Personal Finance

Insurance is pointless without dependents

Suresh Parthasarathy | Updated on July 16, 2011 Published on July 16, 2011

I am working in a private company in Goa. I am 36 years old and do not have dependents. There is no plan of marriage on the cards. My annual income is approximately Rs 350,000 comprising salary income and income from other sources. My annual expenses are approximately Rs 170, 000. I have Rs 50,000 in savings bank account and Rs 80,000 in shares. I intend to buy a flat within five to seven years (in Margao, a flat costs around Rs 30 lakh) . My life expectancy is 75 years. If I am left with any savings I may leave it as estate for my brother's family.

My investment: I have started five SIPs last year and my total investment is Rs 54,000: Religare Contra Fund (Rs 500 a month), Reliance Pharma (Rs 1,000), Reliance Equity Opportunities (Rs 1,000), SBI Magnum FMCG (Rs 1,000) and Birla Sunlife Mid Cap (Rs 1,000).

In April 2010 I subscribed to IDBI Fortis Wealthsurance Foundation Plan for 20 years tenure. Quarterly contribution is Rs 5,000. The sum assured is Rs 200,000 (unit linked).

In April 2010 I started LICMF-ULIS for 15 years. Monthly contribution is Rs 1,000.

In April 2008 I got SBI Life-Horizon II-Fixed Term 18-years Pension Option policy. Monthly contribution is Rs 1,000. The sum assured is Rs 60,000 (unit linked).

In 2007 I had taken New Bima Gold money back policy (term 16 years) from LIC with sum assured of Rs 50,000 with yearly premium being Rs 3,027.

In 2006 I got a Jeevan Tarang policy for 20 years from LIC with sum assured of Rs 150,000. My quarterly premium is Rs 1,931.

What steps should I take to achieve my desired goals? I am open to any changes in the portfolio.

G.B. Bhosale

Solutions: Investments should be tailor-made and one size does not fit all. Life insurance is just a cover used to replace the income of breadwinner on account of his death. As you don't have dependents, it is prudent not to have life insurance in your portfolio.

Having said that, a bachelor or spinster requires protection against ailments or has to provide for increased longevity.

In general, an insurance policy that gives guaranteed returns or life cover will deliver lower return compared to a pension plan without risk cover.

In all your insurance policies, you have taken risk cover for Rs 4.5 lakh, which is unproductive. It is better to close life insurance policies after evaluating the surrender charges.

Even Jeevan Tarang, which pays a survival benefits at 5.5 per cent of the sum assured after chosen accumulation period, will be of no great advantage for your pension needs because the sum assured is only payable on survival to age of 100 or on earlier death.

House: Considering your longer life expectancy, it makes sense to buy a house early. Unlike life insurance, if you create wealth by buying a house it can be useful after retirement. If your monthly income falls short of your requirement, by reverse mortgaging (pledging) the property you can have a stream of income for the rest of your life.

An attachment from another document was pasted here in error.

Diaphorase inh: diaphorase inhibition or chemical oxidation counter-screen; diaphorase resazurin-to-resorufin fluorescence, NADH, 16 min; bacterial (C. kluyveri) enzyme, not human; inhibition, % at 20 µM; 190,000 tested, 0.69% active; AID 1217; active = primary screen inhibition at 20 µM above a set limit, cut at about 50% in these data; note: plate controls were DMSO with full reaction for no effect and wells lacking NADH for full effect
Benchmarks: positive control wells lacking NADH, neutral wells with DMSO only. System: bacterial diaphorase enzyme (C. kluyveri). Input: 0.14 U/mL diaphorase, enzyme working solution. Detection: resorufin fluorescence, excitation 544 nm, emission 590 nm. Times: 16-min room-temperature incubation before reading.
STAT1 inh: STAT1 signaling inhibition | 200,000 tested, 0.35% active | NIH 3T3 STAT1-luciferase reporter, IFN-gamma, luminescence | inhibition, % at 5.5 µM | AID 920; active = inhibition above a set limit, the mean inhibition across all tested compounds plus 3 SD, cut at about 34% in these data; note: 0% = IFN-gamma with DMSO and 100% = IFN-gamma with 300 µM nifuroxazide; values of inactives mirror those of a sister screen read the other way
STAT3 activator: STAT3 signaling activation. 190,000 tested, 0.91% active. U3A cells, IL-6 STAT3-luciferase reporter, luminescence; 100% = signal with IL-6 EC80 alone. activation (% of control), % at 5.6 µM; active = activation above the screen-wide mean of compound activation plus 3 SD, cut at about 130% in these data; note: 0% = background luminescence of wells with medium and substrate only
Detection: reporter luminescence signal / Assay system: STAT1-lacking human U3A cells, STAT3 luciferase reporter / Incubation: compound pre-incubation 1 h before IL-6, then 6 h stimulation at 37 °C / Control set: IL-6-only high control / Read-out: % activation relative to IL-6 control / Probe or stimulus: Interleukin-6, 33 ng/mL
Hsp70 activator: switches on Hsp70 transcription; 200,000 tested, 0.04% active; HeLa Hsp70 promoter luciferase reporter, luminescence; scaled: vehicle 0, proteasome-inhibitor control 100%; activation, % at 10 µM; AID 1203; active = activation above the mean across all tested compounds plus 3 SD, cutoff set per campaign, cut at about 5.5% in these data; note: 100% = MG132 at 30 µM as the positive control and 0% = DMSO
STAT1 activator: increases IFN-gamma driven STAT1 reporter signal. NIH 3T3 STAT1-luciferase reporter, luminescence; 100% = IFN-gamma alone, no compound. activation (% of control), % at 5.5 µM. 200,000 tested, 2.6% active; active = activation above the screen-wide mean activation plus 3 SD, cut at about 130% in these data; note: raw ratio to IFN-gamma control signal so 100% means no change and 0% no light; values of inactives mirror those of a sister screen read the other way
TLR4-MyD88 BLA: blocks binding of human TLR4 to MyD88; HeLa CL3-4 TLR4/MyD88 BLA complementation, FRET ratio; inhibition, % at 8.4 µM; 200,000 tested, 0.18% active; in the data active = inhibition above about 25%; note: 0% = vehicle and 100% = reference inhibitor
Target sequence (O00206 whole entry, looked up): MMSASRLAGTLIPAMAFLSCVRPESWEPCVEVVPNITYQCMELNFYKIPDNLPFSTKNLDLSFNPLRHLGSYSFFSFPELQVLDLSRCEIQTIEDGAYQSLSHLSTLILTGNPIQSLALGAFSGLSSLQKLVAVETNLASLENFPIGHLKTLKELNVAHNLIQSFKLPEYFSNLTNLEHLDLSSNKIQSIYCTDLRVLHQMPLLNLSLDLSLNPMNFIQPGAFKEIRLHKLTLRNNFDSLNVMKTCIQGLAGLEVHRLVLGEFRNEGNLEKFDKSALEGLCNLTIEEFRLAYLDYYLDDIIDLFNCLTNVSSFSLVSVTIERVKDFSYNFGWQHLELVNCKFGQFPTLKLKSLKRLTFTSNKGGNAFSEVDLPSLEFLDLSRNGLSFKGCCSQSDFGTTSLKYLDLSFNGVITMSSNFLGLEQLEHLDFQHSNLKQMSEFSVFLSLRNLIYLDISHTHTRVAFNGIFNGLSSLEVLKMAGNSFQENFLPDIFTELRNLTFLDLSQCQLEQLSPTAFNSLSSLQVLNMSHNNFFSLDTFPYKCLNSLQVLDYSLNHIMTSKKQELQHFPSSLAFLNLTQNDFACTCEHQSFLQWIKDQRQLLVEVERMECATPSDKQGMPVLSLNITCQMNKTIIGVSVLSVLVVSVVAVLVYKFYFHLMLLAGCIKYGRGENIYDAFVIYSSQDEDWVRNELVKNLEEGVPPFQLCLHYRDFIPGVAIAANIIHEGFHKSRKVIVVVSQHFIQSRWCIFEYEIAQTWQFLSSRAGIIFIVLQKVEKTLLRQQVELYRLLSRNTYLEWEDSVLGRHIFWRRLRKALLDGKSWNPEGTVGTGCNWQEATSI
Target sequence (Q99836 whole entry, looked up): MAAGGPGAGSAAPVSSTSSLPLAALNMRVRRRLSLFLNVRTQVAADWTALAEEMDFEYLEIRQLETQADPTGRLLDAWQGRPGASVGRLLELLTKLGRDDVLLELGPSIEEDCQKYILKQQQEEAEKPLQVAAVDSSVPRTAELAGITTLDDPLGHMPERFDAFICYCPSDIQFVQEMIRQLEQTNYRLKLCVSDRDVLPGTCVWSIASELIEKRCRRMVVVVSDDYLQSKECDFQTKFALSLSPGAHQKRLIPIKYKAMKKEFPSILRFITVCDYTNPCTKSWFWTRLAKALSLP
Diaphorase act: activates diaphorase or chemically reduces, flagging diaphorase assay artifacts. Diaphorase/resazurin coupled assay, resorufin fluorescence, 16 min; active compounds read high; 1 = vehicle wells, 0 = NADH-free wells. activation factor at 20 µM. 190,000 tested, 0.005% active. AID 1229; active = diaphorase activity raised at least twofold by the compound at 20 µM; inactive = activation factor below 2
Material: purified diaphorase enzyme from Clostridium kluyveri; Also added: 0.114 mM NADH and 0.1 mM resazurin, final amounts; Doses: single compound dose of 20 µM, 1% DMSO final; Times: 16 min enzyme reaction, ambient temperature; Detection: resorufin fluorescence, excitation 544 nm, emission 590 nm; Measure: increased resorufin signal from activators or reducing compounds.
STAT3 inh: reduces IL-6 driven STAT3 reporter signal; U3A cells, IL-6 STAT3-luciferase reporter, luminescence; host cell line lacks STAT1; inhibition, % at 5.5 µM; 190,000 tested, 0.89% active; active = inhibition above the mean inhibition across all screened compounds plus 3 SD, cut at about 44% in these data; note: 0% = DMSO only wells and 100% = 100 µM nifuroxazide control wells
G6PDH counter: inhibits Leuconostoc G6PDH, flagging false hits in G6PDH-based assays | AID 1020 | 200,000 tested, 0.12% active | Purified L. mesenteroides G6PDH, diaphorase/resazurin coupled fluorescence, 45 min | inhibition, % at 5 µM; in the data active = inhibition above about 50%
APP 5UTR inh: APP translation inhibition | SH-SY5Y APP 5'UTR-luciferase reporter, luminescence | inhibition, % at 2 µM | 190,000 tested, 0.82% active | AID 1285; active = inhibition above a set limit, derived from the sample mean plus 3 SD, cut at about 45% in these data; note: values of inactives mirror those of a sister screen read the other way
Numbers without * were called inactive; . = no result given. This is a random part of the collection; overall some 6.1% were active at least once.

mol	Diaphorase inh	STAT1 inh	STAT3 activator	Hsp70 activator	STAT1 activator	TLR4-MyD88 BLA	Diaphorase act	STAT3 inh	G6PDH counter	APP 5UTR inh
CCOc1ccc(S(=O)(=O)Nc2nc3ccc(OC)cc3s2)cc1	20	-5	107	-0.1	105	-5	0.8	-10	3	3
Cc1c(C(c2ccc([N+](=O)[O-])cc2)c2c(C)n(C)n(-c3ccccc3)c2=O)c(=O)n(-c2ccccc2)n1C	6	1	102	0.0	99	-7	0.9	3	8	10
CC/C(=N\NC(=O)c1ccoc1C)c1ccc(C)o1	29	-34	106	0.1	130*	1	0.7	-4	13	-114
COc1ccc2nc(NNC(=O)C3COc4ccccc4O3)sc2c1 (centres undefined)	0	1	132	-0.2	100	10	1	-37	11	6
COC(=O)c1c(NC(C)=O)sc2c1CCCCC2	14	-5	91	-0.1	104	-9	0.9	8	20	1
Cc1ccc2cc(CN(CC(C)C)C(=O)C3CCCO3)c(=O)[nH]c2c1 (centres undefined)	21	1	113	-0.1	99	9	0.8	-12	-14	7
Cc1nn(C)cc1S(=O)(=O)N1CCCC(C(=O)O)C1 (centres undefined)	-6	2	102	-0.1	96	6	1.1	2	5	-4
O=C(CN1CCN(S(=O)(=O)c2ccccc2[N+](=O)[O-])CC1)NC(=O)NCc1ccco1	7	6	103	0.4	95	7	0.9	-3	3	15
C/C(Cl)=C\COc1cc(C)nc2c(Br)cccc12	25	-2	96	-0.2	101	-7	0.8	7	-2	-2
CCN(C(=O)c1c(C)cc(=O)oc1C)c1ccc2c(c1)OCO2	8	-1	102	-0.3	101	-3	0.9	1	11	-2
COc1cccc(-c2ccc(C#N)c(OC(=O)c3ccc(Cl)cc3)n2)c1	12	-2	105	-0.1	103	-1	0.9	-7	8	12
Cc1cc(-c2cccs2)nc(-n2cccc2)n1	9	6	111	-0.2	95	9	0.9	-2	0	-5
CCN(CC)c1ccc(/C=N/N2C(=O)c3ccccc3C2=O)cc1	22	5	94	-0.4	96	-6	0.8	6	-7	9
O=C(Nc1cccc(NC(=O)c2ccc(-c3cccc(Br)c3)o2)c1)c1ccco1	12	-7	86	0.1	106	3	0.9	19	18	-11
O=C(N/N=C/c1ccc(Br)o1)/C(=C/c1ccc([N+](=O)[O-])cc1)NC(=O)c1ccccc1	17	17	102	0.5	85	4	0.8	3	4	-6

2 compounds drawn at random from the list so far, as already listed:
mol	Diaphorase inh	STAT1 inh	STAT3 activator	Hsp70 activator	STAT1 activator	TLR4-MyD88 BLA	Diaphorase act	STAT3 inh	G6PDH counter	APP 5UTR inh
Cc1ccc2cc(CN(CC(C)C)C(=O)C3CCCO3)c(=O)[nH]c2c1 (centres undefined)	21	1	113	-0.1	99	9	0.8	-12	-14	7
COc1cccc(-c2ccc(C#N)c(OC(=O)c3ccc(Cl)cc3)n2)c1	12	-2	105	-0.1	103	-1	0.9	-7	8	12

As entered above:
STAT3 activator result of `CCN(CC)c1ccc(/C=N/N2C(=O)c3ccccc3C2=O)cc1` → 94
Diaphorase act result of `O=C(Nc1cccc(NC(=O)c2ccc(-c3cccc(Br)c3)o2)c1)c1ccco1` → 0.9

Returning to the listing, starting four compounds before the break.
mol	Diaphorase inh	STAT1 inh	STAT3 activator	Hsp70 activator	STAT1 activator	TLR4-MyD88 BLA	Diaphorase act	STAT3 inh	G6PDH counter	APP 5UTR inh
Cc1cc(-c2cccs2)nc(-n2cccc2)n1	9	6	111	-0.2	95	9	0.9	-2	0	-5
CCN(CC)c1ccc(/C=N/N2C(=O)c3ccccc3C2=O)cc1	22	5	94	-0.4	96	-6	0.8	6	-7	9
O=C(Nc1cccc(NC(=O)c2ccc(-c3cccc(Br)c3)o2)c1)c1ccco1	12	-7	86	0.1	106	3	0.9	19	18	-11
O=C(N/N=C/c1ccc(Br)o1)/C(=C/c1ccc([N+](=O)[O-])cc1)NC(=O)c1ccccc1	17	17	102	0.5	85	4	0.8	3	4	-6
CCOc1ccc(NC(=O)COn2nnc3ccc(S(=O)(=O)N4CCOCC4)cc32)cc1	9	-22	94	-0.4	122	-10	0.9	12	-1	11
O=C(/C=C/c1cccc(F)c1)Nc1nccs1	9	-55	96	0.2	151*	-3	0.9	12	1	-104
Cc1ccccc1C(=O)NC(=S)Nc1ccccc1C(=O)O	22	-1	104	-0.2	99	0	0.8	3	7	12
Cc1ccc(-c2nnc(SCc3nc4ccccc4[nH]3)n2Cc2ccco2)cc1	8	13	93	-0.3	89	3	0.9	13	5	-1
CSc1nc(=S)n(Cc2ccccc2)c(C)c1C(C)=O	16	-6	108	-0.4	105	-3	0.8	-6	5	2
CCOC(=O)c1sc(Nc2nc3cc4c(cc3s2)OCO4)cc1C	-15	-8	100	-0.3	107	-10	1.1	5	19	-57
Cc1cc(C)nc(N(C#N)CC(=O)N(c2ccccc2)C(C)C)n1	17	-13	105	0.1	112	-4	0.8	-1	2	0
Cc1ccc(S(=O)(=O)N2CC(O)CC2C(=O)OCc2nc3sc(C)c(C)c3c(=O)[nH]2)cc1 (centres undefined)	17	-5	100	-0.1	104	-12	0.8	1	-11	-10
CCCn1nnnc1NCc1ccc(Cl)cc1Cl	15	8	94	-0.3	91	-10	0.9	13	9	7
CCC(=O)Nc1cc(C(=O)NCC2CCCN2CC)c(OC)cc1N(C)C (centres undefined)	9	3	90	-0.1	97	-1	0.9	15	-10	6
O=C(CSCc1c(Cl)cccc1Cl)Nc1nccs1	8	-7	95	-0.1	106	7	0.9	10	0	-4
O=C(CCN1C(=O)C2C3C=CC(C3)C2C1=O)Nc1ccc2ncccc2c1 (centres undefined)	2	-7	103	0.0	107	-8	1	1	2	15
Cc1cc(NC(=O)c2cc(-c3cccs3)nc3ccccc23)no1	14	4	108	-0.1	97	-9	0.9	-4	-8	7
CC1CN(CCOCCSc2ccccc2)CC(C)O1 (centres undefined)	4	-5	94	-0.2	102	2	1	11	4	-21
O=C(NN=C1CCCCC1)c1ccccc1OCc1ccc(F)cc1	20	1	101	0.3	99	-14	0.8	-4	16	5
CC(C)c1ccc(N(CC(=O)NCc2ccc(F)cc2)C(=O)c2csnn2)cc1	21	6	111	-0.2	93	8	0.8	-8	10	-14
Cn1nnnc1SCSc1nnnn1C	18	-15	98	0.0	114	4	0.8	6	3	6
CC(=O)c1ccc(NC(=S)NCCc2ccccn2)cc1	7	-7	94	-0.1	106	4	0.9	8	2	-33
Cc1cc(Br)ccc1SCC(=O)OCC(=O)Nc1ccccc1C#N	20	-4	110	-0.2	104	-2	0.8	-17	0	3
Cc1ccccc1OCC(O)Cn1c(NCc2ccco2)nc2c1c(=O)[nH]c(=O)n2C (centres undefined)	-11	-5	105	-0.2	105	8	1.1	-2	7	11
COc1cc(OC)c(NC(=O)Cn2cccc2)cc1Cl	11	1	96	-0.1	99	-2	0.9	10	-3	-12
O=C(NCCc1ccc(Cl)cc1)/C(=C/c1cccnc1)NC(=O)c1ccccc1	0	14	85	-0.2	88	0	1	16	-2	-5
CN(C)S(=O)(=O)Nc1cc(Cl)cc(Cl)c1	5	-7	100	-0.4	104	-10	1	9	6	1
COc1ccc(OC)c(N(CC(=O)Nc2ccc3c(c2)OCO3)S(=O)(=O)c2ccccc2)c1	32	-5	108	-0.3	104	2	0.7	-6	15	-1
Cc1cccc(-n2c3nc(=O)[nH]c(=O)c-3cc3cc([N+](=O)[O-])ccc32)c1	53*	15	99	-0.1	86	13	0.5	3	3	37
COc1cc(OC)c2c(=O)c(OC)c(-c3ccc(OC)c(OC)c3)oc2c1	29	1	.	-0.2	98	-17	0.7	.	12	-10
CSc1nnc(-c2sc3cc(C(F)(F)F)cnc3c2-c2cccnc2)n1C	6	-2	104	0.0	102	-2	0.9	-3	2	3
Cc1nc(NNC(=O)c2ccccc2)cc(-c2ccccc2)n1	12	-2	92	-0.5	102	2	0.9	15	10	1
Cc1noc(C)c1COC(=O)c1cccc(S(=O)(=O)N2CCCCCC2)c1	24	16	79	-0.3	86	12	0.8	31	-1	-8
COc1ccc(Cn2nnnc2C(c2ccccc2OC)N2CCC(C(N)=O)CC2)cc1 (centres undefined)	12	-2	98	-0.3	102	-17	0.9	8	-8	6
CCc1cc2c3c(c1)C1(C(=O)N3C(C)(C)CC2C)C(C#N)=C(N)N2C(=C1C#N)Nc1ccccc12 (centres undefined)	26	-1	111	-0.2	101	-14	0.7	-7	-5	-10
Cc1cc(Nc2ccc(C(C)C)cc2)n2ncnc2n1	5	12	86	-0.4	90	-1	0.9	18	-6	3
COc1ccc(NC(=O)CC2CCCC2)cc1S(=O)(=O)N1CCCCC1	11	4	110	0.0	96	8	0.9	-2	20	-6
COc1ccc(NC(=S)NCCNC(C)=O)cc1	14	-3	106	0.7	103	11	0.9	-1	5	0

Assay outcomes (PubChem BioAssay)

Based on your current income, servicing the loan (present value of Rs 25 lakh or a little over 80 per cent of Rs 30 lakh) will be difficult. But if you postpone your decision of buying the house by seven years, the present value of Rs 30 lakh if inflated at 8 per cent will become Rs 51 lakh.

Assuming that you are taking a home loan for 80 per cent of the value at 10 per cent interest for 15 years, your equated monthly instalments works out to be Rs 38,000 or annual outgo of Rs 4.56 lakh. If your salary grows at the rate of 2 per cent higher than the property appreciation rate for the next seven years, you would still need to shell out 67 per cent of your gross income. This is not recommended.

If possible, try and buy a house with a loan value of Rs 20 lakh for a tenure of 20 years now rather than postponing the buy for seven years. If you do so, your outgo will be 46 per cent of your income. But if you still prefer to buy in the same area, consider buying a under-construction flat that is likely to be ready within the next couple of years and avail a home loan with a step-up repayment facility.

However, the only concern with this strategy is that your current savings are inadequate. In case you have any break in employment, you will find it difficult to service the loan.

If you avail a home loan, it is difficult to maintain your current savings. You can restart your savings once the monthly inflows increase.

General Insurance: As you have not mentioned about the health insurance, we presume you are covered by your employer. If you are not covered, buy health cover for Rs 3 lakh. However, if you buy a house your liability will increase. Hence it's better to buy a hospital cash benefit policy.

This kind of policy helps you in recovering some of the cost of hospitalisation that is not reimbursed under the health policy. You also need to buy personal accident cover to meet financial commitments in case your ailment prevents you from earning.

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